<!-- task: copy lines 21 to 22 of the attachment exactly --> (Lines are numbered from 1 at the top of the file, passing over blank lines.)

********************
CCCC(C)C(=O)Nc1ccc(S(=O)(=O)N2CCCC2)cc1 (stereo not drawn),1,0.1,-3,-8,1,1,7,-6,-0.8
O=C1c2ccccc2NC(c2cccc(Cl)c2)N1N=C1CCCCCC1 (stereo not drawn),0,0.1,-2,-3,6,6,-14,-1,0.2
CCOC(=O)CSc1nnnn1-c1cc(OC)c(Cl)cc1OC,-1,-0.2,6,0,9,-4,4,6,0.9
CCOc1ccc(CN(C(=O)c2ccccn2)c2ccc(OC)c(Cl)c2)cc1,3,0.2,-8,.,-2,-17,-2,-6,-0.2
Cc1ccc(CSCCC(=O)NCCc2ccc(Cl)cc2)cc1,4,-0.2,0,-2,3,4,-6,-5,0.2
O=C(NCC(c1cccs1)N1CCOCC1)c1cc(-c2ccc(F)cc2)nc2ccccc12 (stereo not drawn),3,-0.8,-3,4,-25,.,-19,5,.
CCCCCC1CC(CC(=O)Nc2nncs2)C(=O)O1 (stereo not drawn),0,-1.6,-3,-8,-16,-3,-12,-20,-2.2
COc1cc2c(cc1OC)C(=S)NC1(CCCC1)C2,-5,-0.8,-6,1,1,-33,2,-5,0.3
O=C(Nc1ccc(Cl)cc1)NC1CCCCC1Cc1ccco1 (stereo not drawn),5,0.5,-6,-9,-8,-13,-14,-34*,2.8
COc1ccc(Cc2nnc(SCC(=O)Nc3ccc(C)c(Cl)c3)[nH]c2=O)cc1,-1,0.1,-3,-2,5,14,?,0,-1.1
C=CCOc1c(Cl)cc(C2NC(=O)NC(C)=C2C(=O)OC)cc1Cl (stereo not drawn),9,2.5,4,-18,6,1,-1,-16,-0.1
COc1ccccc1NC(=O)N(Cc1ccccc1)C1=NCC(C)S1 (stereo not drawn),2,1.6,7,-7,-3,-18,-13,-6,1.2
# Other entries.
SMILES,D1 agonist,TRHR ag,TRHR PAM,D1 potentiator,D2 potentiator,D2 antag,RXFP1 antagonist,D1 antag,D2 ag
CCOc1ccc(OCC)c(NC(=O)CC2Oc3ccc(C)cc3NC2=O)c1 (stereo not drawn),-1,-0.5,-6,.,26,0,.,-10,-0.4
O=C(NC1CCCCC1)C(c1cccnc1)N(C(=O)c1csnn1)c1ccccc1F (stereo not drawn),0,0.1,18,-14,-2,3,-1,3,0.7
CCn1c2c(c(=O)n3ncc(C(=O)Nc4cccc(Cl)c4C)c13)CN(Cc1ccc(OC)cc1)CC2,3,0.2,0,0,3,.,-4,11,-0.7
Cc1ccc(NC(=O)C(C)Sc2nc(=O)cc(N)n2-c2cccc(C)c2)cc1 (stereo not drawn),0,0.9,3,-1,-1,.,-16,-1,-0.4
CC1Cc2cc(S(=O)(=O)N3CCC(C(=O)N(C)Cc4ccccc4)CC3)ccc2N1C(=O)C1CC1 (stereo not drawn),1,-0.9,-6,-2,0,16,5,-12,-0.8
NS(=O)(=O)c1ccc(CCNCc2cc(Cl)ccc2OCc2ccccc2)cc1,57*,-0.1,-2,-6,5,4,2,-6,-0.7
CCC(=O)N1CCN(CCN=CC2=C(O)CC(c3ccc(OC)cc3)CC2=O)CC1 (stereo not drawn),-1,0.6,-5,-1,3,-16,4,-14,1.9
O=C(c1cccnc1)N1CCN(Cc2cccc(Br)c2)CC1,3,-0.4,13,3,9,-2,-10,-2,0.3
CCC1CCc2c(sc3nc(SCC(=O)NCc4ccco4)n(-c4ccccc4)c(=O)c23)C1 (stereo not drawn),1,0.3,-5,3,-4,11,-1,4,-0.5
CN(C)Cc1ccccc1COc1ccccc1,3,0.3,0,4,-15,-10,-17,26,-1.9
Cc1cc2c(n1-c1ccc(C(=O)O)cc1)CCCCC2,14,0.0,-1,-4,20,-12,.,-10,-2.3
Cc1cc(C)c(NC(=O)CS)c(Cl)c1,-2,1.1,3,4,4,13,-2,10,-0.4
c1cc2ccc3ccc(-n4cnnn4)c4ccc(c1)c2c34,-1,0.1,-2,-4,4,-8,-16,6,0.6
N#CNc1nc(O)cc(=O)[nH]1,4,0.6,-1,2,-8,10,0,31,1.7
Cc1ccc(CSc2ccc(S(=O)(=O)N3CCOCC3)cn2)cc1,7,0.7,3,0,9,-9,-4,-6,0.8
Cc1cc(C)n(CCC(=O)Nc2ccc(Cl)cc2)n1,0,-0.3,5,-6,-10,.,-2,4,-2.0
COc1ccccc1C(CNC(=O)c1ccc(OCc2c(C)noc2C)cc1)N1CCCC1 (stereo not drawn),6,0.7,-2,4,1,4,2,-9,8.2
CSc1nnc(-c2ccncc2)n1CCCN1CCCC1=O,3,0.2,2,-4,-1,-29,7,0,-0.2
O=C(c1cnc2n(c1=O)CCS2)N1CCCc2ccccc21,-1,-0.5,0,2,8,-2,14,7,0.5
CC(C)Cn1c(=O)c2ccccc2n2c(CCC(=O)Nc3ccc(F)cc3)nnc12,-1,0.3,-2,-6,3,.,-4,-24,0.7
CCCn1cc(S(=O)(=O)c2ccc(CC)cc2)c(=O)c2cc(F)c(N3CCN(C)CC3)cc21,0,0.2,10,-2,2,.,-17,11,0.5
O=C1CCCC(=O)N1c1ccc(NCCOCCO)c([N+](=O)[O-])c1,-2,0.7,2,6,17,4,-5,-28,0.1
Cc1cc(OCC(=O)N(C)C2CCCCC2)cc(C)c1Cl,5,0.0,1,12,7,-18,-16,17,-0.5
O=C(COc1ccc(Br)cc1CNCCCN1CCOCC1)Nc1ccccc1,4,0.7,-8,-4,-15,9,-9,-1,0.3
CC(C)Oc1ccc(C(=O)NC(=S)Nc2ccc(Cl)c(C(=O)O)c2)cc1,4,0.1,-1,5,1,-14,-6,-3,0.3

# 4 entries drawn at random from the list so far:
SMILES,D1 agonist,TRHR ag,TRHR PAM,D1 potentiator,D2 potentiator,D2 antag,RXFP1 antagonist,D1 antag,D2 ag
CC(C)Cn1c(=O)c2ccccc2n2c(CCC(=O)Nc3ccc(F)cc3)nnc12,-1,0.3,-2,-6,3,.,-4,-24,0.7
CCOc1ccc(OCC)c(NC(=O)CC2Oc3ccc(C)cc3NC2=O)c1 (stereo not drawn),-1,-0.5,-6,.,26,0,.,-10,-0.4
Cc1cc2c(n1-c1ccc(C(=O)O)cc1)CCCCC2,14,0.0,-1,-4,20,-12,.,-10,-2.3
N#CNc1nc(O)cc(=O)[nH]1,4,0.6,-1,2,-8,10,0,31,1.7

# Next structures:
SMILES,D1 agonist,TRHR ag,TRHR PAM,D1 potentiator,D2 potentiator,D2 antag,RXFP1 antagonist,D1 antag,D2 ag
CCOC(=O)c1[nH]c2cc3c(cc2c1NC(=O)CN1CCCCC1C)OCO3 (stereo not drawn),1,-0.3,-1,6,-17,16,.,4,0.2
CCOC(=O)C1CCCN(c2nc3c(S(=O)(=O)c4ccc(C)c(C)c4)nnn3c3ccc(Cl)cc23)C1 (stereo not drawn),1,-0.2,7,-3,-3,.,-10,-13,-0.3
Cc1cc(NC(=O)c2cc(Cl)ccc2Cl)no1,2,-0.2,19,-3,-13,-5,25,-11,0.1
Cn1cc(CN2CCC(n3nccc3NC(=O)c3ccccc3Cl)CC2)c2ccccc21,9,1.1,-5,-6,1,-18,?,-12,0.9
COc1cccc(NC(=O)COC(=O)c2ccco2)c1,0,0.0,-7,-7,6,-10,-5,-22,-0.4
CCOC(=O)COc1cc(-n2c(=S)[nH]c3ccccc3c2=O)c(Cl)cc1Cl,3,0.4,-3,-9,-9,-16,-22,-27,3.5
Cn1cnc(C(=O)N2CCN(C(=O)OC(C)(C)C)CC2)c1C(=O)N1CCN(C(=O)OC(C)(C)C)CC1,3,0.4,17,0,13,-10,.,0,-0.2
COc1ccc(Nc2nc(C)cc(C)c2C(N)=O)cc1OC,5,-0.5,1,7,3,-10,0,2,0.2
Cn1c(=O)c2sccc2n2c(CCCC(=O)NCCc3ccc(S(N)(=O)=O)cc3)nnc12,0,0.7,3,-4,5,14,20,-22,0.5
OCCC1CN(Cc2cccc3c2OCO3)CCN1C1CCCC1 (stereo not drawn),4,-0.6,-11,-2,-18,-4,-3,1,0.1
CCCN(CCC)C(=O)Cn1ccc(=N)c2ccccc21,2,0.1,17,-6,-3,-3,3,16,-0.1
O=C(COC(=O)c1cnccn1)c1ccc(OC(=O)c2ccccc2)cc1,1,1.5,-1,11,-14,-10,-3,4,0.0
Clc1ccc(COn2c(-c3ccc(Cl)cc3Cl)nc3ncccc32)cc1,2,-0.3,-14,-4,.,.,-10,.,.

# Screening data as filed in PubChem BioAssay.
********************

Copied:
CCC(=O)N1CCN(CCN=CC2=C(O)CC(c3ccc(OC)cc3)CC2=O)CC1 (stereo not drawn),-1,0.6,-5,-1,3,-16,4,-14,1.9
O=C(c1cccnc1)N1CCN(Cc2cccc(Br)c2)CC1,3,-0.4,13,3,9,-2,-10,-2,0.3